John W. Crawford – Lieutenant, United States Navy


Lieutenant Crawford, Admiral’s Confidential Man, Left Note Threatening To Commit Suicide
Worried Over His Debta
Told Friend He Owed $5,000 – He Planned To Leap From a Potomac Ferryboat

WASHINGTON, November 28, 1907

The police authorities today began dragging the Potomac River between here and Alexandria, Virginia, for the body of Lieutenant John W. Crawford, Admiral Dewey’s Secretary, who disappeared yesterday and left word that he intended to commit suicide.

Crawford was last seen last yesterday afternoon in the business section of this city, but in a letter from him received by B. A. Allen, a Chief of Divisionin the Office of the Auditor for the Post Office Department, after 8 o’clock last evening, he gave notice of his intention to drown himself from the deck of an Alexandria ferryboat.  The search by the policeboat has so far proved fruitless.

Mr. Allen stated today that he had little doubt that Lieutenant Crawford was dead. Crawford, it is said, left debts aggregating $5,000.  In a note which he sent to his wife through Allen, his friend of twenty years’ standing, he stated explicitly that the indebtedness had accumulated too much, but that it was not due to speculation or gambling.

In his letter to Allen he said that if the rights of one who takes his own life would permit he would like to be buried in the National Cemetery at Arlington, Virginia, but if otherwise, he expressed a wish to have his body cremated.  He also left a hurridly executed will and asked that his friend break the news to his wife and give to her the papers he had carefully made out showing his indebtedness.

“It’s all a mystery to me,and I am greatly shocked,” declatred Admiral Dewey today. The Admiral said he could not imagine why Crawgford  should kill himself unless it was due to financial trouble.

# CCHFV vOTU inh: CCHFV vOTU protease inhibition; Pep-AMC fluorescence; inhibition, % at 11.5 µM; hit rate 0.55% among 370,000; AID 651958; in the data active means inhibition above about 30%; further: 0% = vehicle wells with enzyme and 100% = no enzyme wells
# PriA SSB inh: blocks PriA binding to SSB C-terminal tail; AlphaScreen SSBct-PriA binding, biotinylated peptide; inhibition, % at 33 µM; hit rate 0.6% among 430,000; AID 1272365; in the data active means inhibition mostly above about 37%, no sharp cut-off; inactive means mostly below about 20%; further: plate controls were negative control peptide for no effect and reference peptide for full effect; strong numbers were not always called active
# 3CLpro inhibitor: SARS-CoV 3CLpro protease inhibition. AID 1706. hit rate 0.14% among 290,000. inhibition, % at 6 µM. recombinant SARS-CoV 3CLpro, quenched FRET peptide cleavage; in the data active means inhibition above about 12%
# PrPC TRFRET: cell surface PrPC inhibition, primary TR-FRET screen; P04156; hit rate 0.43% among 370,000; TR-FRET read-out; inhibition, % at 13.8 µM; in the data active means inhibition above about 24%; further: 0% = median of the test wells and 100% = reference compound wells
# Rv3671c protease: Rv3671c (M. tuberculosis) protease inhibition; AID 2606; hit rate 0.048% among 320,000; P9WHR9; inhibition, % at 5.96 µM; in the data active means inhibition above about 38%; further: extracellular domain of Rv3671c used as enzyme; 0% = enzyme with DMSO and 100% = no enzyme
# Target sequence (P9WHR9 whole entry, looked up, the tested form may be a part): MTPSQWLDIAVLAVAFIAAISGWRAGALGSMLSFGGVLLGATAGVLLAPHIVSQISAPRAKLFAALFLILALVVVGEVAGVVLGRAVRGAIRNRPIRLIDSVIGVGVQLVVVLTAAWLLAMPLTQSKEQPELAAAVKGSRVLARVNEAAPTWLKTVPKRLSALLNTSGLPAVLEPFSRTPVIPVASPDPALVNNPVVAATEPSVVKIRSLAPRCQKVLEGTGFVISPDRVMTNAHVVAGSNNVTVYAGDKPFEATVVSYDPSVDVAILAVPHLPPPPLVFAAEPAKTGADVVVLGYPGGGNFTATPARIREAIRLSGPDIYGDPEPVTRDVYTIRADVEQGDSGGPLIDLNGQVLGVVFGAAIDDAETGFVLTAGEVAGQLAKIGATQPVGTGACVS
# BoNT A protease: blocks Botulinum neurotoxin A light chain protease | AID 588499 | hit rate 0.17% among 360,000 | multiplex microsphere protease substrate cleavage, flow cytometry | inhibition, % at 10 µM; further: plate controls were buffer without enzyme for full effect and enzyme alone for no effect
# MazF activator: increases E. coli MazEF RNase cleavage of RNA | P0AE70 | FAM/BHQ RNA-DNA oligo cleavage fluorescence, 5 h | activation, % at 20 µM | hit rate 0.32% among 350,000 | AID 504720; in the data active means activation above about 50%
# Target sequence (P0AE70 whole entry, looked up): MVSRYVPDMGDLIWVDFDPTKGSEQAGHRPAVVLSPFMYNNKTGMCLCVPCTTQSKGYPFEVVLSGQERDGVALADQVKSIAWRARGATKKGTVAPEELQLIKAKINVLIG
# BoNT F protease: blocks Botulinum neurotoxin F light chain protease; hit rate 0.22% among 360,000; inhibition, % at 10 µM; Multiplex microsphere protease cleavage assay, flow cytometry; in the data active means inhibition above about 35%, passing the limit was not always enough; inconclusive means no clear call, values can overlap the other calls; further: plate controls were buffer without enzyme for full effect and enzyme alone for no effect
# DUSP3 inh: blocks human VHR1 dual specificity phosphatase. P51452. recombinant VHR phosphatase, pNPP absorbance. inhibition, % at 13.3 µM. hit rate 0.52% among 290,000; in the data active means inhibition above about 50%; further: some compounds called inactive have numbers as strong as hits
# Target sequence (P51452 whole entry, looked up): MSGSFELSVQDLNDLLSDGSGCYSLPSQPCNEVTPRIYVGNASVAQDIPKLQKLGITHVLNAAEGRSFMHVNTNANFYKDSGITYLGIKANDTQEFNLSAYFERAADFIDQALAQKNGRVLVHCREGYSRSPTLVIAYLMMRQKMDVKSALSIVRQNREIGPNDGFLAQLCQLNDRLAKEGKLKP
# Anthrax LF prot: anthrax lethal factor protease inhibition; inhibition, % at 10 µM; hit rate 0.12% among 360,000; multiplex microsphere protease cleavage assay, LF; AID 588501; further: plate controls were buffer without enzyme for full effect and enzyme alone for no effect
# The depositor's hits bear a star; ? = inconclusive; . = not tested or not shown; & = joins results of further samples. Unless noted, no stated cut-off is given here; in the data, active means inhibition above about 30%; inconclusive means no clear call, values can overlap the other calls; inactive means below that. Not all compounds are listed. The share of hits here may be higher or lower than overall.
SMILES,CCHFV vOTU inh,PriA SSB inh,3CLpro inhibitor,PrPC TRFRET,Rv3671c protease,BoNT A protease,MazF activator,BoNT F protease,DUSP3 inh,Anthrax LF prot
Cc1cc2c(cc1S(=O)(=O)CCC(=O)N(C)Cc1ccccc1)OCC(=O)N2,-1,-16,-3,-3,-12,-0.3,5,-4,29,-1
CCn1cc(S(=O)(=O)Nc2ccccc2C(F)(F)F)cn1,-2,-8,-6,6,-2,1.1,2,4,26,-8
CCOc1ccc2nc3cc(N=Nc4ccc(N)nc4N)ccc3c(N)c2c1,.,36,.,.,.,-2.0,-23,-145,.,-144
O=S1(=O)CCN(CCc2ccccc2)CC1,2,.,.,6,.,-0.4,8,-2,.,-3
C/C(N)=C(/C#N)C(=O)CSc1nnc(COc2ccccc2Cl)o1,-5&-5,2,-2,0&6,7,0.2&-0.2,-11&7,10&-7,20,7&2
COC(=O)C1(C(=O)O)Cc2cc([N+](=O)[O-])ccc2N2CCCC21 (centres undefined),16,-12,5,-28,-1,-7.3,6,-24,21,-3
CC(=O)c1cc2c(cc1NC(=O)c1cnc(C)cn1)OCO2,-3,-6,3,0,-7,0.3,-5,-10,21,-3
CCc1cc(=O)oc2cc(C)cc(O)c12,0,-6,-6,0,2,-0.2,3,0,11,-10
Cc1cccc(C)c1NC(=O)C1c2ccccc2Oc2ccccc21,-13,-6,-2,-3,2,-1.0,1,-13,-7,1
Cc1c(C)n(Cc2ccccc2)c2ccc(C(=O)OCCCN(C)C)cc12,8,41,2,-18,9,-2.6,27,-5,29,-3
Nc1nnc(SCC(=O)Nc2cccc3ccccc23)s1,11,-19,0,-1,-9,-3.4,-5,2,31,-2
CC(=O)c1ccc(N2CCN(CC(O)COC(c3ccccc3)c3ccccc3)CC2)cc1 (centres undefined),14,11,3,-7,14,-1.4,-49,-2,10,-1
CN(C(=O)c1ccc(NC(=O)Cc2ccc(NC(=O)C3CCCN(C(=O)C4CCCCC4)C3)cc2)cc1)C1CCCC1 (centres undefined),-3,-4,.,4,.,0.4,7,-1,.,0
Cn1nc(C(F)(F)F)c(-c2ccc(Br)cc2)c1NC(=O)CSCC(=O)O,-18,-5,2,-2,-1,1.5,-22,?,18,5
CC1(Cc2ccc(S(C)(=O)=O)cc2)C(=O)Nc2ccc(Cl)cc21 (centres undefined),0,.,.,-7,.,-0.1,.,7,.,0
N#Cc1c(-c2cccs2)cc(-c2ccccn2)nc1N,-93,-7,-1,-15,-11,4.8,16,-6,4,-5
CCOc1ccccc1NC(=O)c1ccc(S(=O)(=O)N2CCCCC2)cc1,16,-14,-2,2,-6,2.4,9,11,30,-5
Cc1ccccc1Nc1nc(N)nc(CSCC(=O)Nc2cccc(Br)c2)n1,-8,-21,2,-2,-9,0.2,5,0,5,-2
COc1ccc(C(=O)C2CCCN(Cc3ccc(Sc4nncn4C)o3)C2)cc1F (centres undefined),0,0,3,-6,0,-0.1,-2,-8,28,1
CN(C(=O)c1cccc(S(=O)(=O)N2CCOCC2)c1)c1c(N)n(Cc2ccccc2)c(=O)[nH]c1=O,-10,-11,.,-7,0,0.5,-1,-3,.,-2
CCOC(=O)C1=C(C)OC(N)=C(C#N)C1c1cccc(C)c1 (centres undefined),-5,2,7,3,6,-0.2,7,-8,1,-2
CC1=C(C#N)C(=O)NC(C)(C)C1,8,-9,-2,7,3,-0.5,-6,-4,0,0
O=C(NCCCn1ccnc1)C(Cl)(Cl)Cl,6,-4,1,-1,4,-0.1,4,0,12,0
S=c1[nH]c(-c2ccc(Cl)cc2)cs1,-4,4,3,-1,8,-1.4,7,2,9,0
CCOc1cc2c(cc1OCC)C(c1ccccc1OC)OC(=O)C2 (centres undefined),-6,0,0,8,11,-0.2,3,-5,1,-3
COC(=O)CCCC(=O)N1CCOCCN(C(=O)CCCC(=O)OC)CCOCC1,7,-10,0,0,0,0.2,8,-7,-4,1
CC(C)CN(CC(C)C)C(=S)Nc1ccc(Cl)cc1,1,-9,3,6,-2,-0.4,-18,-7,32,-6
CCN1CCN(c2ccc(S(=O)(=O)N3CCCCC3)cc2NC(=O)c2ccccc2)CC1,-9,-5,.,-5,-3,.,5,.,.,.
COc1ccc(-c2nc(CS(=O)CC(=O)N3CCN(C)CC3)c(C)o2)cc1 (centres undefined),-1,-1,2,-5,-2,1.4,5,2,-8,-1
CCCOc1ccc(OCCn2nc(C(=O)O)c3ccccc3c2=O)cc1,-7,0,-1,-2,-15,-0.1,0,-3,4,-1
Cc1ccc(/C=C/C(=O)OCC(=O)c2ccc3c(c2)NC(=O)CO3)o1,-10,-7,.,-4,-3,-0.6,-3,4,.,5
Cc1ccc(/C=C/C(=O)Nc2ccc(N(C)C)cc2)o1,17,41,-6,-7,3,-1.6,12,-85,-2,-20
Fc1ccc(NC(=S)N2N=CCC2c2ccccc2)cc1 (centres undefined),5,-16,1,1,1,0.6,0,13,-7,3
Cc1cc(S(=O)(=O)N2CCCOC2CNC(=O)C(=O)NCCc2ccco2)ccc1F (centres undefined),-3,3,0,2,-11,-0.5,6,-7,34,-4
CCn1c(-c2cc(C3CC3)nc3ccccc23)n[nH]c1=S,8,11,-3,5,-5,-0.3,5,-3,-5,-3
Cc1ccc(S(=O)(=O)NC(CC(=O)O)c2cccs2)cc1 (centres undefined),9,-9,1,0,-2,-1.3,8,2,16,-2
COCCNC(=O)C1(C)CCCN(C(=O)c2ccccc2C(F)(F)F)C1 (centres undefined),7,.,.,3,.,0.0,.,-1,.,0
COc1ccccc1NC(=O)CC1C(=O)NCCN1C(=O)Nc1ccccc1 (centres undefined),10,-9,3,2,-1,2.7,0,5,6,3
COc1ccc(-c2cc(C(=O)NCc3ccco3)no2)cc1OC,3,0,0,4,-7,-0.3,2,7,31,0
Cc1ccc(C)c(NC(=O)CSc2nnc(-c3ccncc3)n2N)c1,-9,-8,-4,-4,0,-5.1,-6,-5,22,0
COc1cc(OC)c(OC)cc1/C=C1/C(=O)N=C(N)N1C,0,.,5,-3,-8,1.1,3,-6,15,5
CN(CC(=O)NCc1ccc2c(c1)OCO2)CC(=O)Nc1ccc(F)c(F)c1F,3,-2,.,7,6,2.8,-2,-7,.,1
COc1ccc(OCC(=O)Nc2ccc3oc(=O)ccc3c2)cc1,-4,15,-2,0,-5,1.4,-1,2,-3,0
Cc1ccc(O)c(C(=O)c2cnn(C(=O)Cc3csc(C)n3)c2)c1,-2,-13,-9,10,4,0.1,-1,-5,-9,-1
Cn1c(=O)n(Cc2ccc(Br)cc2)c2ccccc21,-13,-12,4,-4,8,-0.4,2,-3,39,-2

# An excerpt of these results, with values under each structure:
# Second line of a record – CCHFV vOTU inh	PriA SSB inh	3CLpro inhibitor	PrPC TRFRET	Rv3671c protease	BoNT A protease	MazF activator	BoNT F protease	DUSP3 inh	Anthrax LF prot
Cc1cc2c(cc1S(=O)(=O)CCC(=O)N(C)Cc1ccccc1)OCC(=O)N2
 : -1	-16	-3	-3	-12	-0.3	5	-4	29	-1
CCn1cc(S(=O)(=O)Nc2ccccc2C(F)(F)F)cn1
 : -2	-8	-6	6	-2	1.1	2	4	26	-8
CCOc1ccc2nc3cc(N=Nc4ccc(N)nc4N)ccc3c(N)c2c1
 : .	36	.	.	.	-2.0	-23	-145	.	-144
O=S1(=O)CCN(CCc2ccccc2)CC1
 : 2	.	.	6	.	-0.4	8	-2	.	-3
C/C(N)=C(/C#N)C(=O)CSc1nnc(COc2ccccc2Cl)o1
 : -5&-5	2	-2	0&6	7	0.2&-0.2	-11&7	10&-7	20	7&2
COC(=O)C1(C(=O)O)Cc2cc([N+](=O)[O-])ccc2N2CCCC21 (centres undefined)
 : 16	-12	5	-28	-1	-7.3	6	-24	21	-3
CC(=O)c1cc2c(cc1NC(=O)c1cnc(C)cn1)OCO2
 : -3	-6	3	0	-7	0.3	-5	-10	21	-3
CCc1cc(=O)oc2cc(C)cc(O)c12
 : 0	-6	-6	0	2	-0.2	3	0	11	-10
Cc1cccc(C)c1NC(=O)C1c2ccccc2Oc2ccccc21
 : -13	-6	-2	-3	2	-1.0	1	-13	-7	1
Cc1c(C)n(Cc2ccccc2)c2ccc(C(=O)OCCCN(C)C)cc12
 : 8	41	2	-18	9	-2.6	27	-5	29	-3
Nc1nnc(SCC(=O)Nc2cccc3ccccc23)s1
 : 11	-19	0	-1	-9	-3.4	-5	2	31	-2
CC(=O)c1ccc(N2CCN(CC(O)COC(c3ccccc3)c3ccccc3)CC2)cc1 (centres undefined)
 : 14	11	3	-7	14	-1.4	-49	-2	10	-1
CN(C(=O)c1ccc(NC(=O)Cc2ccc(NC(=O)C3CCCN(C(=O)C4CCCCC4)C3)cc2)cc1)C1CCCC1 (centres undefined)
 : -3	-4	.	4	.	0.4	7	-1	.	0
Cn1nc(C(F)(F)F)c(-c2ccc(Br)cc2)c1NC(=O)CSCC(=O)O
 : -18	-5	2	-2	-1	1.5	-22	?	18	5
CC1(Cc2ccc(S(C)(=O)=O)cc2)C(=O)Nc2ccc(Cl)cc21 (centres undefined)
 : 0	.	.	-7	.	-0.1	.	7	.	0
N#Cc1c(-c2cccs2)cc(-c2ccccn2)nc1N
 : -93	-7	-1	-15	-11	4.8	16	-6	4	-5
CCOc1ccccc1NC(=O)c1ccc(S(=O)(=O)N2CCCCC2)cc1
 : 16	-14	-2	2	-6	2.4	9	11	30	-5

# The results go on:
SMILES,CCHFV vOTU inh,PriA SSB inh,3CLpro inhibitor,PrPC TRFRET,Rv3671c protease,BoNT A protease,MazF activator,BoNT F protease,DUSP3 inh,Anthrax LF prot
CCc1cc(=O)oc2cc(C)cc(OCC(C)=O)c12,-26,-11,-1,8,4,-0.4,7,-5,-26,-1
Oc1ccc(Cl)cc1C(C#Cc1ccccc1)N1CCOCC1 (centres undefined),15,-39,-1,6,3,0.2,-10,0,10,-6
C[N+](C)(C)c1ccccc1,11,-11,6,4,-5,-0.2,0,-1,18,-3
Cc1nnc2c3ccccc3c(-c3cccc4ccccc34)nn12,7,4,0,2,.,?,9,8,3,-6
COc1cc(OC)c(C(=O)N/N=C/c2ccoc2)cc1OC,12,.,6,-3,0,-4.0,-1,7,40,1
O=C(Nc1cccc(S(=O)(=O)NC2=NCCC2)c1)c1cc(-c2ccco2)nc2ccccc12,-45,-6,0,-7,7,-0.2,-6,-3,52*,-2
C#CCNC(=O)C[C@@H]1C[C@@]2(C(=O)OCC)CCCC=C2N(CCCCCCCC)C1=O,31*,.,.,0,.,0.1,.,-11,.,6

The missing officer left a note on his desk for his wife which was taken to his home today by Commander Spencer S. Wood, theAdmiral’s aide.  What it contained the Admiral declined to say.  Crawford also sent a postal card to Commander Wood in which he referred to a letter of busines to Admiral Dewey, to which he had given some attention. On this card, postmarked at Washington, 8 o’clock last night, Lieutenant Crawford said, “Good bye.”

Admiral Dewey said that Crawford was a man of the best habits and that he was a most invaluable assistant.  In addition to hisofficial duties, Crawford looked after theAdmiral’s private affairs, including those of a financial character, under the latter’s personal supervision.

Before leaving the office yesterday afternoon, Lieutenant Crawford had carefully arranged the papers on his desk, and left everything apparently in the best of order.  There was a big bundle of papers on one side carefully wrapped and marked “personal” for his friend Allen. Crawford’s checkbook, with all the stubs iorn out, and his gold watch and chain lay on top of the desk.

Admiral Dewey said Crawford lived modestly, and that his pay was about $3,000 a year.  He was prominently identified with the work of the Young Men’s Christian Association.



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